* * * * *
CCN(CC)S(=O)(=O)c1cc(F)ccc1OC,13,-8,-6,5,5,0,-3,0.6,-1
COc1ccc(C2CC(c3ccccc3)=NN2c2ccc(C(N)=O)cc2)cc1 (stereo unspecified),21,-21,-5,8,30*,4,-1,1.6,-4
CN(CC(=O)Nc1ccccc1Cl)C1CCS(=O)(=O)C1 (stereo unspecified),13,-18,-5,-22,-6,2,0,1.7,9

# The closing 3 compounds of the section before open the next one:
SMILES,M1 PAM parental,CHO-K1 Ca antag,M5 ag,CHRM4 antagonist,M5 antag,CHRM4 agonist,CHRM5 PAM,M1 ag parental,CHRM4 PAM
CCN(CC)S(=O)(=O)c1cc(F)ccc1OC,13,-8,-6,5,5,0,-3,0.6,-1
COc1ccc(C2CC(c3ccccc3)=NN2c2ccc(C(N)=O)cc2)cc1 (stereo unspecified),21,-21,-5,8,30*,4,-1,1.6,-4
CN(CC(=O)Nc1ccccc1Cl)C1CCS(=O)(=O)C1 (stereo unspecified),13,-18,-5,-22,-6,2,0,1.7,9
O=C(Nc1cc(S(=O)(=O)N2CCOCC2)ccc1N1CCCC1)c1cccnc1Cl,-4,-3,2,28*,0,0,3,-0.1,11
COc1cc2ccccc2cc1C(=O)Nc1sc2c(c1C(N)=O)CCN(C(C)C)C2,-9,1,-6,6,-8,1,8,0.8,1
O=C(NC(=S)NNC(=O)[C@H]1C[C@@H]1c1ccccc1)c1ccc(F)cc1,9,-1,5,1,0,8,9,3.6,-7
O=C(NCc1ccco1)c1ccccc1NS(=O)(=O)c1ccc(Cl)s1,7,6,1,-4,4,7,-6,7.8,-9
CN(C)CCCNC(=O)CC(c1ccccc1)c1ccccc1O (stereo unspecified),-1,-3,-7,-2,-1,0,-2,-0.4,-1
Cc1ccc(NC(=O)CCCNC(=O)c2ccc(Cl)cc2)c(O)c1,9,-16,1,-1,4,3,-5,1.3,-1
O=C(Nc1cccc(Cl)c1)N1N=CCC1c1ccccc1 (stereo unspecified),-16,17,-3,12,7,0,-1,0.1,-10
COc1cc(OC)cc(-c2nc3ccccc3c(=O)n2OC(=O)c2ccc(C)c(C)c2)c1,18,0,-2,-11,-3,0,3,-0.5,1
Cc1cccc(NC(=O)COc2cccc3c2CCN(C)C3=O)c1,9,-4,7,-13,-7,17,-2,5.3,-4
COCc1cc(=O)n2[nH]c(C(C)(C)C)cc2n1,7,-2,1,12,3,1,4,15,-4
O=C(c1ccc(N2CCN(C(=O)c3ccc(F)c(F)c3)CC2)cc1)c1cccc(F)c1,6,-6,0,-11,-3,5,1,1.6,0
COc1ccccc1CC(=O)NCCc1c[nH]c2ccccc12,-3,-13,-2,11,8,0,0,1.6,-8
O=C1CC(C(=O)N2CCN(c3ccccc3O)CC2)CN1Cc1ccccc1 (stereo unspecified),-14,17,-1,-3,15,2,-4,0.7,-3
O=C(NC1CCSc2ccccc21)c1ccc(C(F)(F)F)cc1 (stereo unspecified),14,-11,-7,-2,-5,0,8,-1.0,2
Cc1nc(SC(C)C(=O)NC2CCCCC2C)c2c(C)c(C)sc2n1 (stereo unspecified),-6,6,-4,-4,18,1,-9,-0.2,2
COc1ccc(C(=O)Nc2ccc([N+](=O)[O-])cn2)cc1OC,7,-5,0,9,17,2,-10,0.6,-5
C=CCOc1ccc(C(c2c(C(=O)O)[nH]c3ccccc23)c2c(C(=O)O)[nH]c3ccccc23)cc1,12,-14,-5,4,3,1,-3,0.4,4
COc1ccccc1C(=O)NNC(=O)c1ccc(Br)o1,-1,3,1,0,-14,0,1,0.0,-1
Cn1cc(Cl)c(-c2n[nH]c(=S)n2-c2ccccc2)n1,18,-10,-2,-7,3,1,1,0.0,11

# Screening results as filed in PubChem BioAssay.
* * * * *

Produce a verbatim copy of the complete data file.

CCN(CC)S(=O)(=O)c1cc(F)ccc1OC,13,-8,-6,5,5,0,-3,0.6,-1
COc1ccc(C2CC(c3ccccc3)=NN2c2ccc(C(N)=O)cc2)cc1 (stereo unspecified),21,-21,-5,8,30*,4,-1,1.6,-4
CN(CC(=O)Nc1ccccc1Cl)C1CCS(=O)(=O)C1 (stereo unspecified),13,-18,-5,-22,-6,2,0,1.7,9

# The closing 3 compounds of the section before open the next one:
SMILES,M1 PAM parental,CHO-K1 Ca antag,M5 ag,CHRM4 antagonist,M5 antag,CHRM4 agonist,CHRM5 PAM,M1 ag parental,CHRM4 PAM
CCN(CC)S(=O)(=O)c1cc(F)ccc1OC,13,-8,-6,5,5,0,-3,0.6,-1
COc1ccc(C2CC(c3ccccc3)=NN2c2ccc(C(N)=O)cc2)cc1 (stereo unspecified),21,-21,-5,8,30*,4,-1,1.6,-4
CN(CC(=O)Nc1ccccc1Cl)C1CCS(=O)(=O)C1 (stereo unspecified),13,-18,-5,-22,-6,2,0,1.7,9
O=C(Nc1cc(S(=O)(=O)N2CCOCC2)ccc1N1CCCC1)c1cccnc1Cl,-4,-3,2,28*,0,0,3,-0.1,11
COc1cc2ccccc2cc1C(=O)Nc1sc2c(c1C(N)=O)CCN(C(C)C)C2,-9,1,-6,6,-8,1,8,0.8,1
O=C(NC(=S)NNC(=O)[C@H]1C[C@@H]1c1ccccc1)c1ccc(F)cc1,9,-1,5,1,0,8,9,3.6,-7
O=C(NCc1ccco1)c1ccccc1NS(=O)(=O)c1ccc(Cl)s1,7,6,1,-4,4,7,-6,7.8,-9
CN(C)CCCNC(=O)CC(c1ccccc1)c1ccccc1O (stereo unspecified),-1,-3,-7,-2,-1,0,-2,-0.4,-1
Cc1ccc(NC(=O)CCCNC(=O)c2ccc(Cl)cc2)c(O)c1,9,-16,1,-1,4,3,-5,1.3,-1
O=C(Nc1cccc(Cl)c1)N1N=CCC1c1ccccc1 (stereo unspecified),-16,17,-3,12,7,0,-1,0.1,-10
COc1cc(OC)cc(-c2nc3ccccc3c(=O)n2OC(=O)c2ccc(C)c(C)c2)c1,18,0,-2,-11,-3,0,3,-0.5,1
Cc1cccc(NC(=O)COc2cccc3c2CCN(C)C3=O)c1,9,-4,7,-13,-7,17,-2,5.3,-4
COCc1cc(=O)n2[nH]c(C(C)(C)C)cc2n1,7,-2,1,12,3,1,4,15,-4
O=C(c1ccc(N2CCN(C(=O)c3ccc(F)c(F)c3)CC2)cc1)c1cccc(F)c1,6,-6,0,-11,-3,5,1,1.6,0
COc1ccccc1CC(=O)NCCc1c[nH]c2ccccc12,-3,-13,-2,11,8,0,0,1.6,-8
O=C1CC(C(=O)N2CCN(c3ccccc3O)CC2)CN1Cc1ccccc1 (stereo unspecified),-14,17,-1,-3,15,2,-4,0.7,-3
O=C(NC1CCSc2ccccc21)c1ccc(C(F)(F)F)cc1 (stereo unspecified),14,-11,-7,-2,-5,0,8,-1.0,2
Cc1nc(SC(C)C(=O)NC2CCCCC2C)c2c(C)c(C)sc2n1 (stereo unspecified),-6,6,-4,-4,18,1,-9,-0.2,2
COc1ccc(C(=O)Nc2ccc([N+](=O)[O-])cn2)cc1OC,7,-5,0,9,17,2,-10,0.6,-5
C=CCOc1ccc(C(c2c(C(=O)O)[nH]c3ccccc23)c2c(C(=O)O)[nH]c3ccccc23)cc1,12,-14,-5,4,3,1,-3,0.4,4
COc1ccccc1C(=O)NNC(=O)c1ccc(Br)o1,-1,3,1,0,-14,0,1,0.0,-1
Cn1cc(Cl)c(-c2n[nH]c(=S)n2-c2ccccc2)n1,18,-10,-2,-7,3,1,1,0.0,11

# Screening results as filed in PubChem BioAssay.